Artists Respond
"Human/Nature: Artists Respond to a Changing Planet" is a pioneering artist residency and collaborative exhibition project that, for the first time on this scale, uses contemporary art to investigate the changing nature of some of the most biodiverse regions on earth and the communities that inhabit those regions.

    Seeing Green
"Seeing Green" encourages artists to leave the confines of the studio and take an active role with the community, to collaborate and address issues of the environment, and to open a dialog with the public. Guest curator Nicolas Lampert invited over 40 local artists to work on a project for the duration of eight months. During the month of April, 2008 the show will be exhibited at Woodland Pattern Book Center in Milwaukee, Wisconsin where the gallery will serve as a hub space, informing the viewer and the public of the many environmental projects taking place throughout the city, exhibiting visual work and books, screening films and holding discussions and events based around the exhibition.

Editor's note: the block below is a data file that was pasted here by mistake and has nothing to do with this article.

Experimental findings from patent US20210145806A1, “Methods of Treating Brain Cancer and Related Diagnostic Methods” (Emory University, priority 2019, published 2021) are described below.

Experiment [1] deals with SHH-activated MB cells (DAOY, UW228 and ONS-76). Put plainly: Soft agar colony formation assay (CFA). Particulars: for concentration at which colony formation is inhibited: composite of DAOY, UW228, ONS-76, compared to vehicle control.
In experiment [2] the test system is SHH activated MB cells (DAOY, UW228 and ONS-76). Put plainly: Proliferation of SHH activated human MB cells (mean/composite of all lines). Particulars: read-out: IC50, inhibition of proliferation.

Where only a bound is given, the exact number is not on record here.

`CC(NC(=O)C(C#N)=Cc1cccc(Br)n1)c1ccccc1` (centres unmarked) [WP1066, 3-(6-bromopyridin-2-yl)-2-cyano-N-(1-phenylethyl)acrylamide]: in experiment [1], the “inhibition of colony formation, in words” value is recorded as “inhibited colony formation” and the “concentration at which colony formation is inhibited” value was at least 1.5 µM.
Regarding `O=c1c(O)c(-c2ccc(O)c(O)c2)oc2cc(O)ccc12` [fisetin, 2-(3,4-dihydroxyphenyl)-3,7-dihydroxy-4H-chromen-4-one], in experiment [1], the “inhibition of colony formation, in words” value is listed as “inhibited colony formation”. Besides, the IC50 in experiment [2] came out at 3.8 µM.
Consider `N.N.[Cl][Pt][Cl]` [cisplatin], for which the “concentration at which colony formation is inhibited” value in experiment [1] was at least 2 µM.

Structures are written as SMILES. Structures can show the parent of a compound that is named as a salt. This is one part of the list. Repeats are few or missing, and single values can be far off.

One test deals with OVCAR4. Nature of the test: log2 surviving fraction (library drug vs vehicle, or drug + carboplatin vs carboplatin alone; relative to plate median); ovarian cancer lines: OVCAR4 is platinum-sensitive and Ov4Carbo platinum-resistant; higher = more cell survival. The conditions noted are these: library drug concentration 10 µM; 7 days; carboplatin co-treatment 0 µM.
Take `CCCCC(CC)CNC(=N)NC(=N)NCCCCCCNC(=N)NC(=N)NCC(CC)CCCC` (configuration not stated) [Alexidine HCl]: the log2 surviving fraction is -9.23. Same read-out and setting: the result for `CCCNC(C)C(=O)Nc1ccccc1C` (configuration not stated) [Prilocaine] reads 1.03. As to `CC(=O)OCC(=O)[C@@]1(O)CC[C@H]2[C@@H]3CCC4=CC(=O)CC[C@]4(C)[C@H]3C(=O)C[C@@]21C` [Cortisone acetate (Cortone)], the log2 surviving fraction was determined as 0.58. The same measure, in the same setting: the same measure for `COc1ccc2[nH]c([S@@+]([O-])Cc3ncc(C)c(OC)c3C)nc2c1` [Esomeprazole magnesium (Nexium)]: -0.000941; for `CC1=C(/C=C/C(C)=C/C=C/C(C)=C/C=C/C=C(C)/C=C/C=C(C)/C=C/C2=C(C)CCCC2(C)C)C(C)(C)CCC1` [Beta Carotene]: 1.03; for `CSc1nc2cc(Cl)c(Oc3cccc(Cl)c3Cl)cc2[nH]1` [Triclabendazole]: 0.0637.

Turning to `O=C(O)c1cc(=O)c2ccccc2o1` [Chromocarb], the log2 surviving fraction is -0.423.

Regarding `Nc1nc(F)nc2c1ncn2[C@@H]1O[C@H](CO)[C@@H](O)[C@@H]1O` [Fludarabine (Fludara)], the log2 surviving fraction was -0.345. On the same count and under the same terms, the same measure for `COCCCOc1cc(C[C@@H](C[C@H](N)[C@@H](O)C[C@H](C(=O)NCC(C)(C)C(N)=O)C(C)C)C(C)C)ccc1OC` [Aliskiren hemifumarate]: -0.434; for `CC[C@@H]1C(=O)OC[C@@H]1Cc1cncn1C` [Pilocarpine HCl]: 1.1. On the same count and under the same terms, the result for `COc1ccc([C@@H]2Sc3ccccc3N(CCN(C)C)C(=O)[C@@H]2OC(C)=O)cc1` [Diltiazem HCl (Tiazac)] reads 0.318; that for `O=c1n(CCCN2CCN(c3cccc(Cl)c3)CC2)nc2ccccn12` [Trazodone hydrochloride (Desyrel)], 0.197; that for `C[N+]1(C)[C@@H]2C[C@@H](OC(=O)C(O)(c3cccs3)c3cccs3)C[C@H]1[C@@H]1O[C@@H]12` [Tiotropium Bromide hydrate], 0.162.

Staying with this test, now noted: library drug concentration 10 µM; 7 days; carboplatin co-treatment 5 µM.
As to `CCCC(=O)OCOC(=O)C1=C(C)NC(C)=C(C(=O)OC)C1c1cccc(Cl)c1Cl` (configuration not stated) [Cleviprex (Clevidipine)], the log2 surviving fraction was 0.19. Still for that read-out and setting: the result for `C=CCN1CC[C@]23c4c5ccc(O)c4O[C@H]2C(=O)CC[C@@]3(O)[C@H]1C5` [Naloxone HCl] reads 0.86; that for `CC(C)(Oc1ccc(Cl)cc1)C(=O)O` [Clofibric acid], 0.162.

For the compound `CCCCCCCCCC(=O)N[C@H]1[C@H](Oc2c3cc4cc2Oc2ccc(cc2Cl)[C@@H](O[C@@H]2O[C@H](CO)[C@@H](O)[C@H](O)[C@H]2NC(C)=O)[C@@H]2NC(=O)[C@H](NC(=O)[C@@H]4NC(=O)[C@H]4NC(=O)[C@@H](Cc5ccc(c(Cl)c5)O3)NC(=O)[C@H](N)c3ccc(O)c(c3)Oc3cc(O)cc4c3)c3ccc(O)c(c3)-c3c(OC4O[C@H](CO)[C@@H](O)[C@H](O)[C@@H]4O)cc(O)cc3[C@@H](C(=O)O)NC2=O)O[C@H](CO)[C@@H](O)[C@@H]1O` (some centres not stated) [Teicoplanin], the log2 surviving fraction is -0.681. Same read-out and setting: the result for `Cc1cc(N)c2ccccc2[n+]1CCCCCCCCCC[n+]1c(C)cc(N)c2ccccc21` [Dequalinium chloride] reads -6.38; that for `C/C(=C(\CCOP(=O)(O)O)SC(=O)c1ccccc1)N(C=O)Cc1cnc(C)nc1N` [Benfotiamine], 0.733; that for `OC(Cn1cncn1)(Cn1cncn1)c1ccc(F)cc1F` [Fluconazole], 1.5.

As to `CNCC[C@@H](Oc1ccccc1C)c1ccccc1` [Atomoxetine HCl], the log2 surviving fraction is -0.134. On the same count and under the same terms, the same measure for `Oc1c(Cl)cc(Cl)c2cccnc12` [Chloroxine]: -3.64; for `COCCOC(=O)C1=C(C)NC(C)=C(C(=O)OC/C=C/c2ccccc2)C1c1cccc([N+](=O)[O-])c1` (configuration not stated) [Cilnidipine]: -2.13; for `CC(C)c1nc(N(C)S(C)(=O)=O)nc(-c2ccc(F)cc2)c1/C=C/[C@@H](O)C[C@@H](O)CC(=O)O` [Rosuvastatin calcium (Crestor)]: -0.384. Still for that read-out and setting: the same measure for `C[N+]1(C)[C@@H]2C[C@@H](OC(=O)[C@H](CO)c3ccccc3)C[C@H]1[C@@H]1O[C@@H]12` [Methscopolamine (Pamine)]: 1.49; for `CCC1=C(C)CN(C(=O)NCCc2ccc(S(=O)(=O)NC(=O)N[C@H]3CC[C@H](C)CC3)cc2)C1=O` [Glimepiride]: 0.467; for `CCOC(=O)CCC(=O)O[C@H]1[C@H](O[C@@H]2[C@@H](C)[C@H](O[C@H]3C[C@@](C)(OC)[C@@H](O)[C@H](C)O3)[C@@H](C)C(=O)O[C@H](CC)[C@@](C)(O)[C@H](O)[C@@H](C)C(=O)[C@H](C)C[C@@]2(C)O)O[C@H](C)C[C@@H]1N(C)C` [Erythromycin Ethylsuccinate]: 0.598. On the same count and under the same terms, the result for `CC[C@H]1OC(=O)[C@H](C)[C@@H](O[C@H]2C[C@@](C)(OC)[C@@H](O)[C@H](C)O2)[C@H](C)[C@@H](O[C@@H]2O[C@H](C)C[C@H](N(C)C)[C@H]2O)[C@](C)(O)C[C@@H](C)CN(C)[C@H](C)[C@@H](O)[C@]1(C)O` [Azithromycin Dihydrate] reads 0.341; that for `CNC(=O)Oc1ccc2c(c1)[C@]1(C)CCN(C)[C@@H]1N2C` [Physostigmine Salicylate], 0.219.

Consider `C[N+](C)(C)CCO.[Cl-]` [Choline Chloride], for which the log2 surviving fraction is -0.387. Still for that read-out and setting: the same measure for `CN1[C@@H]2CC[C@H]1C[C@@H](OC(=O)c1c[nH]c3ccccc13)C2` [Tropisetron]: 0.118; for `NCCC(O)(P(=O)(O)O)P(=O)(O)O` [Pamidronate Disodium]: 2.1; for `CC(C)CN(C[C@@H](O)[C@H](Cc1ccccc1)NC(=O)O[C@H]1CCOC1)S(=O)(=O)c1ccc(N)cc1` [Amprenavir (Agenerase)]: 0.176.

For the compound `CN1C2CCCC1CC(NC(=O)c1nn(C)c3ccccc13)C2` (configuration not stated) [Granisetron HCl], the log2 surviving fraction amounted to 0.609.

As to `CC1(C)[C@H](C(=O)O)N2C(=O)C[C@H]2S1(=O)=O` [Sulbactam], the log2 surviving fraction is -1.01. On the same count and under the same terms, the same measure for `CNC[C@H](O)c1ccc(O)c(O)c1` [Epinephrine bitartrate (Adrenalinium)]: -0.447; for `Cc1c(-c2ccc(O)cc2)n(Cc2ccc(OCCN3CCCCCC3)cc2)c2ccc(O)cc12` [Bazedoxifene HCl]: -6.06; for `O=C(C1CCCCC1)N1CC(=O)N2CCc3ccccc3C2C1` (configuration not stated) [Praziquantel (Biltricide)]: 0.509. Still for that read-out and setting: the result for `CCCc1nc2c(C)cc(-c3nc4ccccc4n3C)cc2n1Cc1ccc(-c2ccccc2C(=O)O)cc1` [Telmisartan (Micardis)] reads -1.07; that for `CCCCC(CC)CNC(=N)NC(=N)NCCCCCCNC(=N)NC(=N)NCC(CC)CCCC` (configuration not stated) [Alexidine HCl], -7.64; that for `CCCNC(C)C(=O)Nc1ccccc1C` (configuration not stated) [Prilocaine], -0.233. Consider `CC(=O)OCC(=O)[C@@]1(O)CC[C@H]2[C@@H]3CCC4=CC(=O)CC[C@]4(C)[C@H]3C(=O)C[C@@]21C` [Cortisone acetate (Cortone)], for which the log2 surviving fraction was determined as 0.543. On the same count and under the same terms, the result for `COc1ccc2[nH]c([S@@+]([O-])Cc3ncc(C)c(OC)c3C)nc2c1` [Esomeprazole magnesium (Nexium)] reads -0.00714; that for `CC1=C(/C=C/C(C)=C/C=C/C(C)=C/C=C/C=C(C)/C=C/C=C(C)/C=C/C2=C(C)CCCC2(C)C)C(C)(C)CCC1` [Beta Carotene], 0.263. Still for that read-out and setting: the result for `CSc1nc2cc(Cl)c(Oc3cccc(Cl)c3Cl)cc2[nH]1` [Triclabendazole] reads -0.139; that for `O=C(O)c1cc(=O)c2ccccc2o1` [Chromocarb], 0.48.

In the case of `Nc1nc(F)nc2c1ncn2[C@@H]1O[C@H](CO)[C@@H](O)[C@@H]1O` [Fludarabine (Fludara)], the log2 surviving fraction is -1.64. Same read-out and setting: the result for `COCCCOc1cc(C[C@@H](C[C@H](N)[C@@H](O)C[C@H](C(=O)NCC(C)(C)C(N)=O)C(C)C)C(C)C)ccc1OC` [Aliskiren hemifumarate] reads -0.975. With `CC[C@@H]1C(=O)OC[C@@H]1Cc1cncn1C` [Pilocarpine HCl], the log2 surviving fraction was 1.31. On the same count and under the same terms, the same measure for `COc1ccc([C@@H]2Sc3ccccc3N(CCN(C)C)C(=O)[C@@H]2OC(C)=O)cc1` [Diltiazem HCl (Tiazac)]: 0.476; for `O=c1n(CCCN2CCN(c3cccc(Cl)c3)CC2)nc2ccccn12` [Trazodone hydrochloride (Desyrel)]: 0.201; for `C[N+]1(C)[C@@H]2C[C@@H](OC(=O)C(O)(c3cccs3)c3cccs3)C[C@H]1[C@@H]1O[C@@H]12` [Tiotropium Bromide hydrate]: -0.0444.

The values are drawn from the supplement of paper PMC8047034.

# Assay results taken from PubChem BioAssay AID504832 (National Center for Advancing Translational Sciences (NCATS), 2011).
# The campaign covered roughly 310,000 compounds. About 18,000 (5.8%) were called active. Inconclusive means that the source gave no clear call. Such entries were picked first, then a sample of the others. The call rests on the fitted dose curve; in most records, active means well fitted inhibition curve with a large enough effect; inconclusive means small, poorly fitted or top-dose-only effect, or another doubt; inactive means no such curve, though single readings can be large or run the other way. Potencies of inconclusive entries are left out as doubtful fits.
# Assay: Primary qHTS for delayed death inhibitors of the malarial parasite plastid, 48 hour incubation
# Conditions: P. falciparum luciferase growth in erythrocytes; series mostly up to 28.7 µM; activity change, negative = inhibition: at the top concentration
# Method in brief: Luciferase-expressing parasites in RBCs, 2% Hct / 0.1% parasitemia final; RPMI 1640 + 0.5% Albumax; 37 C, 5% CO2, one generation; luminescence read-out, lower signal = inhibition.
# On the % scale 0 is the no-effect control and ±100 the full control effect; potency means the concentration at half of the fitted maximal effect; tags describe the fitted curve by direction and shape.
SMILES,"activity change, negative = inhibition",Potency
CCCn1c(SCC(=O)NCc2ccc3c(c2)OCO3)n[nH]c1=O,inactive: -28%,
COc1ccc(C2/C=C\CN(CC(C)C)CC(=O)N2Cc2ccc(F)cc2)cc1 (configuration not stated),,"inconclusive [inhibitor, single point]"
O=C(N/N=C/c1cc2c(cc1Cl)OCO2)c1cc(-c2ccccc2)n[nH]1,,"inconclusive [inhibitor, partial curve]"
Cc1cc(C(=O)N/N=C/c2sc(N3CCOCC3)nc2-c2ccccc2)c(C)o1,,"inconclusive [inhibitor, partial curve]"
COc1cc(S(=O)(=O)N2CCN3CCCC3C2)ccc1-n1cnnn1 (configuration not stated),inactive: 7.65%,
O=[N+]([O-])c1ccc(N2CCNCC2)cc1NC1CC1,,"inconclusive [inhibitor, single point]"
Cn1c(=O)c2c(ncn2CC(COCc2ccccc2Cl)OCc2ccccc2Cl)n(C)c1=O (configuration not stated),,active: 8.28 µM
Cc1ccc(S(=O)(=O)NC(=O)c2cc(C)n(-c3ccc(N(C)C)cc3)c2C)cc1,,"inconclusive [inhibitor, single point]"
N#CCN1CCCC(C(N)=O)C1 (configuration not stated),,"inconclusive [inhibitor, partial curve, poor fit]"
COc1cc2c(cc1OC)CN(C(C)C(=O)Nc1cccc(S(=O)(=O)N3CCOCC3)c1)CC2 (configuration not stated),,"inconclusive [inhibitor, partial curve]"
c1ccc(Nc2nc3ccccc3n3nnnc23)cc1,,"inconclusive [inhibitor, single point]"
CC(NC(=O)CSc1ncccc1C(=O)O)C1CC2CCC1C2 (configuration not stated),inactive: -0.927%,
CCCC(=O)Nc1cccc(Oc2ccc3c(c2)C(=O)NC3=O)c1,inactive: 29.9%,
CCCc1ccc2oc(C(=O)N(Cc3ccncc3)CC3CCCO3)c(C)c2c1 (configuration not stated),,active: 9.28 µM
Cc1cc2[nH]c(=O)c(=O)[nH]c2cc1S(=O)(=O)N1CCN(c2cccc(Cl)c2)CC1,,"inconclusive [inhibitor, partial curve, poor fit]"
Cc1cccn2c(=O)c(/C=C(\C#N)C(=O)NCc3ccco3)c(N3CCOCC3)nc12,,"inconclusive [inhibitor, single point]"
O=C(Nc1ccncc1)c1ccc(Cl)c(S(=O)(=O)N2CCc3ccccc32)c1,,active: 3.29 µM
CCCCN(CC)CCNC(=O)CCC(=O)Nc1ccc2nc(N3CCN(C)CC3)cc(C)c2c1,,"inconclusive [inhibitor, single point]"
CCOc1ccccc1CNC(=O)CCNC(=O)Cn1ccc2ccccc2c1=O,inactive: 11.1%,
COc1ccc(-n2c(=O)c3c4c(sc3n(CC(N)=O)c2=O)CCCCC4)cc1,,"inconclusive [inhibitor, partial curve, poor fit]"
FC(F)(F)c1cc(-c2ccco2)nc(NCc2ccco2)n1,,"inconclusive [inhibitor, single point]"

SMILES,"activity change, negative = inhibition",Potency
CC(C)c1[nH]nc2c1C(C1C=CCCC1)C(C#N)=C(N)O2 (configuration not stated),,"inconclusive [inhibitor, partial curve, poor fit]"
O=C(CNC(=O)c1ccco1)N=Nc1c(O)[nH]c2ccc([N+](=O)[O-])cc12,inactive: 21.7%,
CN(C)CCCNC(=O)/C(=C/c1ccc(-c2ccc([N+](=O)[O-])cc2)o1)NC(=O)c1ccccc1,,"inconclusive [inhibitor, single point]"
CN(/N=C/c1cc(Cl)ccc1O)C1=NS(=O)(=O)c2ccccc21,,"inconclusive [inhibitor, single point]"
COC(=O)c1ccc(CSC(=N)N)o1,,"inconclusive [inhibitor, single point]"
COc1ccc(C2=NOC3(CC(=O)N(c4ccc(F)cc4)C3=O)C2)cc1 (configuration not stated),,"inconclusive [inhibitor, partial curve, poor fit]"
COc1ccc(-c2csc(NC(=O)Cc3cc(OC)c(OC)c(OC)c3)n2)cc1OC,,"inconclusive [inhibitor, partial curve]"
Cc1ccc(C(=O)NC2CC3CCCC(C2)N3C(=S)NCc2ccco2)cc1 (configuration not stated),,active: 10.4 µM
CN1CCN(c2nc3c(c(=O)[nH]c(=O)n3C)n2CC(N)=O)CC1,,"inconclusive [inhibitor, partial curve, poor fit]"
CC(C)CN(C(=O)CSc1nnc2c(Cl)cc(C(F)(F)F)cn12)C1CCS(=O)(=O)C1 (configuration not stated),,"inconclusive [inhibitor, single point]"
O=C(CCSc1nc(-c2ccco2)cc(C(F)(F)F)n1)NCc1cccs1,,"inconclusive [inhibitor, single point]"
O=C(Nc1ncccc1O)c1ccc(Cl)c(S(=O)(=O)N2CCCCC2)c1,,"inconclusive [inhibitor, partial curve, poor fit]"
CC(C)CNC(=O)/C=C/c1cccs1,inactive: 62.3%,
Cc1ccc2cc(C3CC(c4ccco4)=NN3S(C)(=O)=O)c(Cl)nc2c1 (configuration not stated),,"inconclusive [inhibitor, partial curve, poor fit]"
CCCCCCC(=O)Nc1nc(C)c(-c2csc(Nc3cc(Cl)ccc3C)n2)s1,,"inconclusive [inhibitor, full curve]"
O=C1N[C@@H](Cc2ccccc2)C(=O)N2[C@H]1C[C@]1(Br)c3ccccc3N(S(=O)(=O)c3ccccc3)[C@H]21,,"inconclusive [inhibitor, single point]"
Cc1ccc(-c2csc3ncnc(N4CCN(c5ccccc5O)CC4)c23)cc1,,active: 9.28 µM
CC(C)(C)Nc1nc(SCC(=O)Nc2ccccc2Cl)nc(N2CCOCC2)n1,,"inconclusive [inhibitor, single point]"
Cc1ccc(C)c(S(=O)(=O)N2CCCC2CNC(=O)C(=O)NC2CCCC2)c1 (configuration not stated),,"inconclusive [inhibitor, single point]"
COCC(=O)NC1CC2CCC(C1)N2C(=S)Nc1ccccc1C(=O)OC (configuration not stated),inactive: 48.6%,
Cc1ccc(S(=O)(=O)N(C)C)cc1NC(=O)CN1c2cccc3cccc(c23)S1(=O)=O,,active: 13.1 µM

Survival and Utopia: Visions of Balance in Transformation
Transmediale 09's exhibition offers a spectrum of artistic positions, inquiries and responses to the dichotomy of impending climate change. Will the melting of the polar ice-caps lead to an emergency situation in which survival is paramount? Or will the global situation give rise to a dramatic cultural rethink; will today’s artists contribute to new imaginings of a political, social and economic utopia? "Survival and Utopia: Visions of Balance in Transformation" explores these notions with a series of provoking, interdisciplinary works that, within the specially-commissioned festival architecture by Berlin based art and architecture collective raumtaktik, seek to redefine the spaces in which artists operate.

    Weather Report